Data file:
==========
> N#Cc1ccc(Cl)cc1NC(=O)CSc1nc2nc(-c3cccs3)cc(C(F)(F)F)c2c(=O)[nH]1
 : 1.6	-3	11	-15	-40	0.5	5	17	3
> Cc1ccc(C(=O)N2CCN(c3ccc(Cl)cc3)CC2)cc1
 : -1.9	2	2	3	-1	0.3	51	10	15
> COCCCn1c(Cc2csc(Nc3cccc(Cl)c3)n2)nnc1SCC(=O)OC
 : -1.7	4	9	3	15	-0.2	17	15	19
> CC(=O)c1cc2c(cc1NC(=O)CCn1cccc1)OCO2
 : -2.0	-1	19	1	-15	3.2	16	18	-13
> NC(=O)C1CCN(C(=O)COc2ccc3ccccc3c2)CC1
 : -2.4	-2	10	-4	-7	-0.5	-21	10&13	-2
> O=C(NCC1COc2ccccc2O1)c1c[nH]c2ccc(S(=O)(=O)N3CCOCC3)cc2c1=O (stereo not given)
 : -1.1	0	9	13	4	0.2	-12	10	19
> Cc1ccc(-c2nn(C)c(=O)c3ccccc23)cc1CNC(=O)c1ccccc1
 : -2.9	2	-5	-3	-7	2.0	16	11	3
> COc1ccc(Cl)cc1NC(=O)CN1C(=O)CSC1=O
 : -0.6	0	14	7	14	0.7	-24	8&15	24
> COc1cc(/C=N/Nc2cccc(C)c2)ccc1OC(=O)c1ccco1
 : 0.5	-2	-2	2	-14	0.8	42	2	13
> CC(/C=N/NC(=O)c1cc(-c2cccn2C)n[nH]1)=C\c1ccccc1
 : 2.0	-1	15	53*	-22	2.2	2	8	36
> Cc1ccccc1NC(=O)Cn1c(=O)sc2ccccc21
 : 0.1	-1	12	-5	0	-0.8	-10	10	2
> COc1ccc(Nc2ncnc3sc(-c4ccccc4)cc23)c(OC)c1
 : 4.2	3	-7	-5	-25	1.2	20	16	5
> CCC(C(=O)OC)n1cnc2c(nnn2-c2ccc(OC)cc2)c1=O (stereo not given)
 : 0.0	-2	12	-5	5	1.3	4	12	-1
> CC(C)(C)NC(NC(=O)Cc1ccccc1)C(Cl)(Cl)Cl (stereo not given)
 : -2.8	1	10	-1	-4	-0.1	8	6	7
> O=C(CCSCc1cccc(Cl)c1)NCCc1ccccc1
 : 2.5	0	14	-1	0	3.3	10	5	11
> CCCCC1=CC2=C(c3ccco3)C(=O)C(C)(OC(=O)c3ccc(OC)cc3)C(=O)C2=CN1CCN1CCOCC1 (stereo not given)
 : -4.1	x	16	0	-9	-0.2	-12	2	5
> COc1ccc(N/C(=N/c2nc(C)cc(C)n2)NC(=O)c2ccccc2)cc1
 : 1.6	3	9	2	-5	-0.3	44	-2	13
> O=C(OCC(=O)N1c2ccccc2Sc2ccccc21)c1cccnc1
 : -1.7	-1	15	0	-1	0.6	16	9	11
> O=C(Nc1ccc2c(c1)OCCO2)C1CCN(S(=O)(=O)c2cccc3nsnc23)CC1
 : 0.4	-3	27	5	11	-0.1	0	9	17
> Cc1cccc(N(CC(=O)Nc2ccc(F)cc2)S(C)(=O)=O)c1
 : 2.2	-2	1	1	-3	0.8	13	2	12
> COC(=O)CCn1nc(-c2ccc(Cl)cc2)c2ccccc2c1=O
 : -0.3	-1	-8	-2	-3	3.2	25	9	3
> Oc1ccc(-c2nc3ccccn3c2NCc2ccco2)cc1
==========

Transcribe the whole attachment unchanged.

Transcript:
> N#Cc1ccc(Cl)cc1NC(=O)CSc1nc2nc(-c3cccs3)cc(C(F)(F)F)c2c(=O)[nH]1
 : 1.6	-3	11	-15	-40	0.5	5	17	3
> Cc1ccc(C(=O)N2CCN(c3ccc(Cl)cc3)CC2)cc1
 : -1.9	2	2	3	-1	0.3	51	10	15
> COCCCn1c(Cc2csc(Nc3cccc(Cl)c3)n2)nnc1SCC(=O)OC
 : -1.7	4	9	3	15	-0.2	17	15	19
> CC(=O)c1cc2c(cc1NC(=O)CCn1cccc1)OCO2
 : -2.0	-1	19	1	-15	3.2	16	18	-13
> NC(=O)C1CCN(C(=O)COc2ccc3ccccc3c2)CC1
 : -2.4	-2	10	-4	-7	-0.5	-21	10&13	-2
> O=C(NCC1COc2ccccc2O1)c1c[nH]c2ccc(S(=O)(=O)N3CCOCC3)cc2c1=O (stereo not given)
 : -1.1	0	9	13	4	0.2	-12	10	19
> Cc1ccc(-c2nn(C)c(=O)c3ccccc23)cc1CNC(=O)c1ccccc1
 : -2.9	2	-5	-3	-7	2.0	16	11	3
> COc1ccc(Cl)cc1NC(=O)CN1C(=O)CSC1=O
 : -0.6	0	14	7	14	0.7	-24	8&15	24
> COc1cc(/C=N/Nc2cccc(C)c2)ccc1OC(=O)c1ccco1
 : 0.5	-2	-2	2	-14	0.8	42	2	13
> CC(/C=N/NC(=O)c1cc(-c2cccn2C)n[nH]1)=C\c1ccccc1
 : 2.0	-1	15	53*	-22	2.2	2	8	36
> Cc1ccccc1NC(=O)Cn1c(=O)sc2ccccc21
 : 0.1	-1	12	-5	0	-0.8	-10	10	2
> COc1ccc(Nc2ncnc3sc(-c4ccccc4)cc23)c(OC)c1
 : 4.2	3	-7	-5	-25	1.2	20	16	5
> CCC(C(=O)OC)n1cnc2c(nnn2-c2ccc(OC)cc2)c1=O (stereo not given)
 : 0.0	-2	12	-5	5	1.3	4	12	-1
> CC(C)(C)NC(NC(=O)Cc1ccccc1)C(Cl)(Cl)Cl (stereo not given)
 : -2.8	1	10	-1	-4	-0.1	8	6	7
> O=C(CCSCc1cccc(Cl)c1)NCCc1ccccc1
 : 2.5	0	14	-1	0	3.3	10	5	11
> CCCCC1=CC2=C(c3ccco3)C(=O)C(C)(OC(=O)c3ccc(OC)cc3)C(=O)C2=CN1CCN1CCOCC1 (stereo not given)
 : -4.1	x	16	0	-9	-0.2	-12	2	5
> COc1ccc(N/C(=N/c2nc(C)cc(C)n2)NC(=O)c2ccccc2)cc1
 : 1.6	3	9	2	-5	-0.3	44	-2	13
> O=C(OCC(=O)N1c2ccccc2Sc2ccccc21)c1cccnc1
 : -1.7	-1	15	0	-1	0.6	16	9	11
> O=C(Nc1ccc2c(c1)OCCO2)C1CCN(S(=O)(=O)c2cccc3nsnc23)CC1
 : 0.4	-3	27	5	11	-0.1	0	9	17
> Cc1cccc(N(CC(=O)Nc2ccc(F)cc2)S(C)(=O)=O)c1
 : 2.2	-2	1	1	-3	0.8	13	2	12
> COC(=O)CCn1nc(-c2ccc(Cl)cc2)c2ccccc2c1=O
 : -0.3	-1	-8	-2	-3	3.2	25	9	3
> Oc1ccc(-c2nc3ccccn3c2NCc2ccco2)cc1